Open a bag or can of food and easily feed Fido or Garfield. Not as easy is picking those bags or cans from the hundreds of brands displayed on the countless aisles at the pet store, superstore, or feed store. Even the supermarkets have generous brand offerings.
More amazing than the number of brands and marketing channels is the short time in which all of this change has occurred. Gen-X and Gen-Y readers may be unaware that prior to World War II, feeding commercial pet food was not the norm for American pet owners.
The Roaring ’20s and the Great Depression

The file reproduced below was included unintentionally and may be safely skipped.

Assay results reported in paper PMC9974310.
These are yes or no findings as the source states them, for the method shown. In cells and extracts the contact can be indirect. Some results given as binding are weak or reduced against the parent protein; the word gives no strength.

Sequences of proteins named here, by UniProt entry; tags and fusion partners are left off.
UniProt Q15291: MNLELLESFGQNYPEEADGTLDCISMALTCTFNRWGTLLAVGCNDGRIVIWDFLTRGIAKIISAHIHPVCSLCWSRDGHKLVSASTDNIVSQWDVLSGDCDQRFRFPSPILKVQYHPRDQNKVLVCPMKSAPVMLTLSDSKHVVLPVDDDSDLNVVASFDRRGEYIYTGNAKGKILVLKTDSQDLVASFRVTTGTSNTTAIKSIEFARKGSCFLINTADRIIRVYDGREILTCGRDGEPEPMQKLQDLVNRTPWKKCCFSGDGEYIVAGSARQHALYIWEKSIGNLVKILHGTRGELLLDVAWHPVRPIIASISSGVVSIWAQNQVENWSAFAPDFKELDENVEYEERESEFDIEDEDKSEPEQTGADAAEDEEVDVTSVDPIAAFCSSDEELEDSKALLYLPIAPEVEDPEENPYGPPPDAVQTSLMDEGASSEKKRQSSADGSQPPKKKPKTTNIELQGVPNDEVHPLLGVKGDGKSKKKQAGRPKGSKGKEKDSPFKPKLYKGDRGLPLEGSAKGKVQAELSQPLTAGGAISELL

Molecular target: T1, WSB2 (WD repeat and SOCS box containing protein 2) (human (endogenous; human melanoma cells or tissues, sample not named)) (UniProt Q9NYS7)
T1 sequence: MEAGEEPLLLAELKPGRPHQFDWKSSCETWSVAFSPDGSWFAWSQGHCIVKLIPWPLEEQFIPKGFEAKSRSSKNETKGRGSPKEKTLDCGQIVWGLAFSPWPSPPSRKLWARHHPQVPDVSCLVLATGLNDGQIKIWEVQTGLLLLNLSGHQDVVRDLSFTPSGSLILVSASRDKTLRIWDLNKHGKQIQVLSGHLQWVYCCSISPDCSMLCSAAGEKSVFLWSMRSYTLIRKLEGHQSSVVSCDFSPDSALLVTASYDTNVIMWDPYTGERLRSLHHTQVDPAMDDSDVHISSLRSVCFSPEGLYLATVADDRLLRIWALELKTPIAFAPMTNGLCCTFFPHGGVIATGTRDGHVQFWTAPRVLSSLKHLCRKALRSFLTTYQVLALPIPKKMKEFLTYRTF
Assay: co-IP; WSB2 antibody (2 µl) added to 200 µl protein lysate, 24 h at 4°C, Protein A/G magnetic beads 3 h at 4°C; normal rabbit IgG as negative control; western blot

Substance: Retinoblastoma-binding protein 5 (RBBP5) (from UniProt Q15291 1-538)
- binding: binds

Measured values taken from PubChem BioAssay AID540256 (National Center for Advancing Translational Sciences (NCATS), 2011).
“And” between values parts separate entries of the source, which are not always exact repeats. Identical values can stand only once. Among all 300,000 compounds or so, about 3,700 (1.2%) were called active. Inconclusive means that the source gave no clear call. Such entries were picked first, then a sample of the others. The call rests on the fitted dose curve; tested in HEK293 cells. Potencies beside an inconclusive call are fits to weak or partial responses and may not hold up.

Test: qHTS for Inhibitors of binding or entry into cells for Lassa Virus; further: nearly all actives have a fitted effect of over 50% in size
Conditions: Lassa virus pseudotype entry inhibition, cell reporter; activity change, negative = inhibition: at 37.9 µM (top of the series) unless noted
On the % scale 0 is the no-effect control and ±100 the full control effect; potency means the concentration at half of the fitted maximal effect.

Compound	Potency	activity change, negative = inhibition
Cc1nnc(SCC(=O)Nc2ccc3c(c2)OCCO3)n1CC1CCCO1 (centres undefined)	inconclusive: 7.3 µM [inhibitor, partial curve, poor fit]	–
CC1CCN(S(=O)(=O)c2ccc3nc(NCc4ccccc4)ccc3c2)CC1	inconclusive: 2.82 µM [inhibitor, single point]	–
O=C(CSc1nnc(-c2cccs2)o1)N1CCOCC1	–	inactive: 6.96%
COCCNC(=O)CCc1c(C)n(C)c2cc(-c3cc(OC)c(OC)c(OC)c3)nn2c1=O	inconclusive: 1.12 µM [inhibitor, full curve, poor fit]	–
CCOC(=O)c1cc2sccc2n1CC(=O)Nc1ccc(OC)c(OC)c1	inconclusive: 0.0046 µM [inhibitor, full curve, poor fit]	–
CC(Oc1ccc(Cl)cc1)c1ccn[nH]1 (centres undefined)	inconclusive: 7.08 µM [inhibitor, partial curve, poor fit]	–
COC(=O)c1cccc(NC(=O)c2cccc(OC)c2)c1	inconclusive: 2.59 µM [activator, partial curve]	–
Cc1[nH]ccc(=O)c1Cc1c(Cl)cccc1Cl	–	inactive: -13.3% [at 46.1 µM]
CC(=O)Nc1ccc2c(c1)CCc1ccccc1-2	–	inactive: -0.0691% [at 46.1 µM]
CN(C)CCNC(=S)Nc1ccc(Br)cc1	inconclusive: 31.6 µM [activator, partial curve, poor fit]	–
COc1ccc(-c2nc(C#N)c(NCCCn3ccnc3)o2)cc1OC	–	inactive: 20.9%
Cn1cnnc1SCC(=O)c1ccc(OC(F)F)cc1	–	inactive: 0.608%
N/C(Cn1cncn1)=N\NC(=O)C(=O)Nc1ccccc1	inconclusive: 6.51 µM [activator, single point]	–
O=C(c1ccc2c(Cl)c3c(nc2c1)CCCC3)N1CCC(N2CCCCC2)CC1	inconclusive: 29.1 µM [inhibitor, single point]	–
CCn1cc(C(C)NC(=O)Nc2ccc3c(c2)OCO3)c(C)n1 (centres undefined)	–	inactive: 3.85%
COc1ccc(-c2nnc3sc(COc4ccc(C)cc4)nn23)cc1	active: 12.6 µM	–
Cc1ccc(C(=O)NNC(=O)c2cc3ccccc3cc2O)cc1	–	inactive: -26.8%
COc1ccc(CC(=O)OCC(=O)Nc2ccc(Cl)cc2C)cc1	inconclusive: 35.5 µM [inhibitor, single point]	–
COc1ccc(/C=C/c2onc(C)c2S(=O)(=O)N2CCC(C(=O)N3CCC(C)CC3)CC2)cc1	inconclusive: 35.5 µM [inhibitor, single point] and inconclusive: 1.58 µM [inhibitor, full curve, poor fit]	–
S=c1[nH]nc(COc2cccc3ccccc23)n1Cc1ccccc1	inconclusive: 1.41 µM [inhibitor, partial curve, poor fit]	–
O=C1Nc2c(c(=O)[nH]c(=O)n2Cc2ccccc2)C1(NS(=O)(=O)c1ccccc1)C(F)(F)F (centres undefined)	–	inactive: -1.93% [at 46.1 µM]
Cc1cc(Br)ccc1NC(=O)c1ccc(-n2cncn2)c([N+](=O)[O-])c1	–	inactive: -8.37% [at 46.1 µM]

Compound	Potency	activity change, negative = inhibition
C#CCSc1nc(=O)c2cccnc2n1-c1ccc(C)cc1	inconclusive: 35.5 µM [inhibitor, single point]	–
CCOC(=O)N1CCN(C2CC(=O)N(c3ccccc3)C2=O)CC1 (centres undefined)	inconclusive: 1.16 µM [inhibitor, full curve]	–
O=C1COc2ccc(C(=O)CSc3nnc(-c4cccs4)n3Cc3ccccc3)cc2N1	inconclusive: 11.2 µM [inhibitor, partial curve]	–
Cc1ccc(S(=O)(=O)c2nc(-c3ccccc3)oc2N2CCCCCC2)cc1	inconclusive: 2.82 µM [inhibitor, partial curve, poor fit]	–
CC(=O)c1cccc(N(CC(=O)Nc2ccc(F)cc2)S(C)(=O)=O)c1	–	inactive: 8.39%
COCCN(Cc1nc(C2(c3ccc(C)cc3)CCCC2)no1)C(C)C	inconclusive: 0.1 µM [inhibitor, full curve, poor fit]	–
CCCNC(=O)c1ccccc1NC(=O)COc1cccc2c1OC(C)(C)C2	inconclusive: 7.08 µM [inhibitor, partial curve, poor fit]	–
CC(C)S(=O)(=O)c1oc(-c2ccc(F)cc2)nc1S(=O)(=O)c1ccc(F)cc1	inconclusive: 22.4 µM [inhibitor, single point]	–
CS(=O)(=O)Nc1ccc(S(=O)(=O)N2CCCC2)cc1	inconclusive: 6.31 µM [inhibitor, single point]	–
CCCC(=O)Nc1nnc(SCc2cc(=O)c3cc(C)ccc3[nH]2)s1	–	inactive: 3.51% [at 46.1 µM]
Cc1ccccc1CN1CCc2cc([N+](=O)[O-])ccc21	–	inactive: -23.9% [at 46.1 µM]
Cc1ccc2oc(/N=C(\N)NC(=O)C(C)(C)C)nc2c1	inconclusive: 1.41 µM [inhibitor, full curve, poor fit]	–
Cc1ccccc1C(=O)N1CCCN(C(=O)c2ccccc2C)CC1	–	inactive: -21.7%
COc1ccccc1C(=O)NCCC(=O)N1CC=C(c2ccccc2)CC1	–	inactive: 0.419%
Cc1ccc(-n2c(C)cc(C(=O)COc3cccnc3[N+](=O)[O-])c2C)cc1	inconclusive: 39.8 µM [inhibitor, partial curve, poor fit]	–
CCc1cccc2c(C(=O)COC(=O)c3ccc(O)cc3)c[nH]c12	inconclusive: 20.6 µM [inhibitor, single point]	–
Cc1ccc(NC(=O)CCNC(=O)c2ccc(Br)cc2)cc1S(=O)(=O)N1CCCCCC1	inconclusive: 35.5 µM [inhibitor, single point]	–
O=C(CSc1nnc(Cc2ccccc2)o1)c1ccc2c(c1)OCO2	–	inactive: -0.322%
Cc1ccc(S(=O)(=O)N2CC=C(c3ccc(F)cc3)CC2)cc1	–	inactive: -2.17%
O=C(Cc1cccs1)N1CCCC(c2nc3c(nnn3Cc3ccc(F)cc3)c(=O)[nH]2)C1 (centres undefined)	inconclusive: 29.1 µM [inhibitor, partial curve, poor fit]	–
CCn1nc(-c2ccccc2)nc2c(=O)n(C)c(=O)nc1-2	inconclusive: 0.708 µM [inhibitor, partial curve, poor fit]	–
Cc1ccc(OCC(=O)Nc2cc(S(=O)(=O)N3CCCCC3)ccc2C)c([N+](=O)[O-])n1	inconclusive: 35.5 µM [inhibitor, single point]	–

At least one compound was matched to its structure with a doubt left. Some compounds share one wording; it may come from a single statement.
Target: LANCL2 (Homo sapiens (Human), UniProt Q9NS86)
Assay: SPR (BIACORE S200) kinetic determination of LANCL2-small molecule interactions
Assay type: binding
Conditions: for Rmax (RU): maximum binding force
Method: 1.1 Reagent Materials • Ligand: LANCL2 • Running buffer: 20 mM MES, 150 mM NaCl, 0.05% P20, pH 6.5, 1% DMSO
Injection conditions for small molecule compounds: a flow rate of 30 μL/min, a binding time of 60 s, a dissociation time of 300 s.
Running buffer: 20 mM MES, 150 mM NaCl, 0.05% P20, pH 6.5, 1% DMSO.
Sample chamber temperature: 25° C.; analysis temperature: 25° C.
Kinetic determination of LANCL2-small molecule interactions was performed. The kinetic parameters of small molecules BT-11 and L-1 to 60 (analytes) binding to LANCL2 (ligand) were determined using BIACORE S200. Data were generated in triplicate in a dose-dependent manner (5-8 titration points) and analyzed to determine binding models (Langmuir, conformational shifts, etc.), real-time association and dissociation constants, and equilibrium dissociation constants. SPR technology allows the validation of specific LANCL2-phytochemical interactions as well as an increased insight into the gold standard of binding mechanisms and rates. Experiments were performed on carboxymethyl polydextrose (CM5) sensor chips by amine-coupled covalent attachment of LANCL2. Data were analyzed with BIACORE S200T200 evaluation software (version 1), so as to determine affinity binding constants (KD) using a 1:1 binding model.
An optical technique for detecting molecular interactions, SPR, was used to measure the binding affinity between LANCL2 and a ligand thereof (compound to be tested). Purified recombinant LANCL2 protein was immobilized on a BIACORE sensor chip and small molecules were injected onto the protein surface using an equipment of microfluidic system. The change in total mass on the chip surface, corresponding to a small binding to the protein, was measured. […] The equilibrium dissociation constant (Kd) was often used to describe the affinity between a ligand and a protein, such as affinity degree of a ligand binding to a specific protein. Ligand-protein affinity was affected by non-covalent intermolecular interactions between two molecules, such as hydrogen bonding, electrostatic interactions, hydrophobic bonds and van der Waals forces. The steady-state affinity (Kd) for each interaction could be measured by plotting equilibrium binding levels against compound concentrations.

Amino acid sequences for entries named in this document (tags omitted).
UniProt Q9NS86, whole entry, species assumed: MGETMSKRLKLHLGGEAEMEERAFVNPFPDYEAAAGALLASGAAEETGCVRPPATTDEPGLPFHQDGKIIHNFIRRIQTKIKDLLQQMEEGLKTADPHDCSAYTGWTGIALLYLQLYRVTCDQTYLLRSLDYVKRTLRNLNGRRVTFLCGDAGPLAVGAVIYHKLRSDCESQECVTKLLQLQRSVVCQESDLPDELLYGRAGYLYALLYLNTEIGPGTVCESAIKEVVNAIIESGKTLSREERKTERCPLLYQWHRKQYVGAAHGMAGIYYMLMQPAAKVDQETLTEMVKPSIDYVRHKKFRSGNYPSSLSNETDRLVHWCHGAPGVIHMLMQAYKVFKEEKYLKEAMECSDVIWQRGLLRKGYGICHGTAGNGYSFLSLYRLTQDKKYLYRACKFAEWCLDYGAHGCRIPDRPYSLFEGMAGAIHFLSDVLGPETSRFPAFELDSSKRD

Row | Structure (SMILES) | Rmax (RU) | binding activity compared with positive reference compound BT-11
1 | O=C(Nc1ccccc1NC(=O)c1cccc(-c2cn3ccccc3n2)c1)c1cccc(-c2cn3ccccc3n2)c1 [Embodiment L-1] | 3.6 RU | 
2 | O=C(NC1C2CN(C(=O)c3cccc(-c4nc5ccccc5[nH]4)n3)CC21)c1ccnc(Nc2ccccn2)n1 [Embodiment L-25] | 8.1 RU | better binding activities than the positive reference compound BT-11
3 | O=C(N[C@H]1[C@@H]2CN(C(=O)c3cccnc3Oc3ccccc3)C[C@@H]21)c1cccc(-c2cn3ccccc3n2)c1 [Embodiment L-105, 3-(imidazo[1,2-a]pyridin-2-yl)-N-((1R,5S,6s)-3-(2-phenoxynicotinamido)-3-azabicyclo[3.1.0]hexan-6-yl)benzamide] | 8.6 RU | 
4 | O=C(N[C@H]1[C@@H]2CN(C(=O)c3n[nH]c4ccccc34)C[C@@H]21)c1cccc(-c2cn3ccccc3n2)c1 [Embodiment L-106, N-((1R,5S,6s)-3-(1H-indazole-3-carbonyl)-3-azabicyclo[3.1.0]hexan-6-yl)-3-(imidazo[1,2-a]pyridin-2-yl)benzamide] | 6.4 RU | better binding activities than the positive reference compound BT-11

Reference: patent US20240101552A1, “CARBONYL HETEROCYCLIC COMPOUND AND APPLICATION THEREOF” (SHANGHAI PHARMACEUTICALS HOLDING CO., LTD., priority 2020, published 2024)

Although pets were still primarily fed raw meat and table scraps supplemented with what they could forage or hunt, commercial pet food changed from just biscuits. A variety of dehydrated meals, pellets, and canned foods made from meat and grain mill scraps became available for those Americans wealthy enough to purchase pet food. Initially, these products, especially the canned, featured horsemeat. Public and congressional sentiment soon ended that and other meat scrap sources were found.
The Great Depression significantly impacted the commercial pet food industry. But the lack of regulation during this period allowed virtually anyone looking for an income source to brand a canned or bagged pet food. Canned foods especially expanded, capturing 91% of the still small commercial pet food market.
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